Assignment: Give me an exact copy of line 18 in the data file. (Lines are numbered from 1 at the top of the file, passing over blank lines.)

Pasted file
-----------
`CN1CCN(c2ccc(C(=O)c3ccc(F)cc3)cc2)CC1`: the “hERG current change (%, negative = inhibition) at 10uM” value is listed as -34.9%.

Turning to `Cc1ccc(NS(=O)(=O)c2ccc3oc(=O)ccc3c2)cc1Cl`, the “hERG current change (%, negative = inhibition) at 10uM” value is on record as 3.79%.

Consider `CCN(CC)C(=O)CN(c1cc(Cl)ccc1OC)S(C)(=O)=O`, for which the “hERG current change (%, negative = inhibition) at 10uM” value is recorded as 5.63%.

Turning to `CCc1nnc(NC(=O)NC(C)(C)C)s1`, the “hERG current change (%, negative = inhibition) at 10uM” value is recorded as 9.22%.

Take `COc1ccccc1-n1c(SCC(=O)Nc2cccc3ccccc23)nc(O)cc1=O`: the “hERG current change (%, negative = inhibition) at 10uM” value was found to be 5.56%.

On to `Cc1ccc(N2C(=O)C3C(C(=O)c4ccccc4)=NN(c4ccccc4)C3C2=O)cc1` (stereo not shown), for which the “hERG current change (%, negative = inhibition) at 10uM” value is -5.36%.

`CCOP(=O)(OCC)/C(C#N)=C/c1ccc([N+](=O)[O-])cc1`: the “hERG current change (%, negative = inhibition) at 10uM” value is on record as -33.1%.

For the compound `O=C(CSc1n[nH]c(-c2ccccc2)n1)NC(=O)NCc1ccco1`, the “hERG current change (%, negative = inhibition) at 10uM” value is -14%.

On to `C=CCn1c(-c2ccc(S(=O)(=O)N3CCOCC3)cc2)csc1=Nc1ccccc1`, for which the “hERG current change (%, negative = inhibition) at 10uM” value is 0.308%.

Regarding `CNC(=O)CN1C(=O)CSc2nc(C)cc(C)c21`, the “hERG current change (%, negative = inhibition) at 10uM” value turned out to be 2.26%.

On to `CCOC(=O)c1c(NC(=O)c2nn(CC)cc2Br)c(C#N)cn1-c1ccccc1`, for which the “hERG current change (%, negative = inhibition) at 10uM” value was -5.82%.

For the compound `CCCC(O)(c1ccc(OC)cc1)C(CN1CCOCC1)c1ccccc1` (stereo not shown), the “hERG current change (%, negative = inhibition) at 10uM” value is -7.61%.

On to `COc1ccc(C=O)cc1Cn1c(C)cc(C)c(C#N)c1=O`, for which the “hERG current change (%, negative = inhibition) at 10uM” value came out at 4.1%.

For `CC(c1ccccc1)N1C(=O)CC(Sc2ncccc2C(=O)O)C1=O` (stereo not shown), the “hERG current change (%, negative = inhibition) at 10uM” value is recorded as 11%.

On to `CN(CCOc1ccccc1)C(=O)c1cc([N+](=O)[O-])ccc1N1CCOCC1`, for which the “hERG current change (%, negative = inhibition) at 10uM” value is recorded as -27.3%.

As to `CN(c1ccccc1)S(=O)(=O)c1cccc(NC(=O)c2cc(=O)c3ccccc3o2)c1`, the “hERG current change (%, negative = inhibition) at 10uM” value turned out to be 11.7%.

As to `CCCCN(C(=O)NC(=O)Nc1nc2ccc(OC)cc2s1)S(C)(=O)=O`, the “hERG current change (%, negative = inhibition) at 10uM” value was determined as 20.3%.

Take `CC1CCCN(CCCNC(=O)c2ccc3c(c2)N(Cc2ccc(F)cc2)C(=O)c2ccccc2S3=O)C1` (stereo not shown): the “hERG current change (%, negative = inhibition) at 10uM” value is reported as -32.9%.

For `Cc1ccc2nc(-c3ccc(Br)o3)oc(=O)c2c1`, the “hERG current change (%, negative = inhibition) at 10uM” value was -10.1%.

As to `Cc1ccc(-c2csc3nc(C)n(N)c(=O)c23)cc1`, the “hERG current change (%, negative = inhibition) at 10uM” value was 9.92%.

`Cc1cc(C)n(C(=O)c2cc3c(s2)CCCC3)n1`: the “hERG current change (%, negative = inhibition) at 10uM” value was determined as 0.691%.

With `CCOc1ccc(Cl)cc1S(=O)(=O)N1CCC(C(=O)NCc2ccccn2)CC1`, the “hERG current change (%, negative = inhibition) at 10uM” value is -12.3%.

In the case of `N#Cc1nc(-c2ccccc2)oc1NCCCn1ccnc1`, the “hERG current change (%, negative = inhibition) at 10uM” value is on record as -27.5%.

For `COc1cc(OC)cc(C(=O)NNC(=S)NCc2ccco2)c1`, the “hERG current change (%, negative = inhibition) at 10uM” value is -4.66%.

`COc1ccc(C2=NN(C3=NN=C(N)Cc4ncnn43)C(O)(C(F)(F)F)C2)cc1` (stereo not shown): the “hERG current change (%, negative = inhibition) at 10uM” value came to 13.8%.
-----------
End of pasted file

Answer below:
Take `CC1CCCN(CCCNC(=O)c2ccc3c(c2)N(Cc2ccc(F)cc2)C(=O)c2ccccc2S3=O)C1` (stereo not shown): the “hERG current change (%, negative = inhibition) at 10uM” value is reported as -32.9%.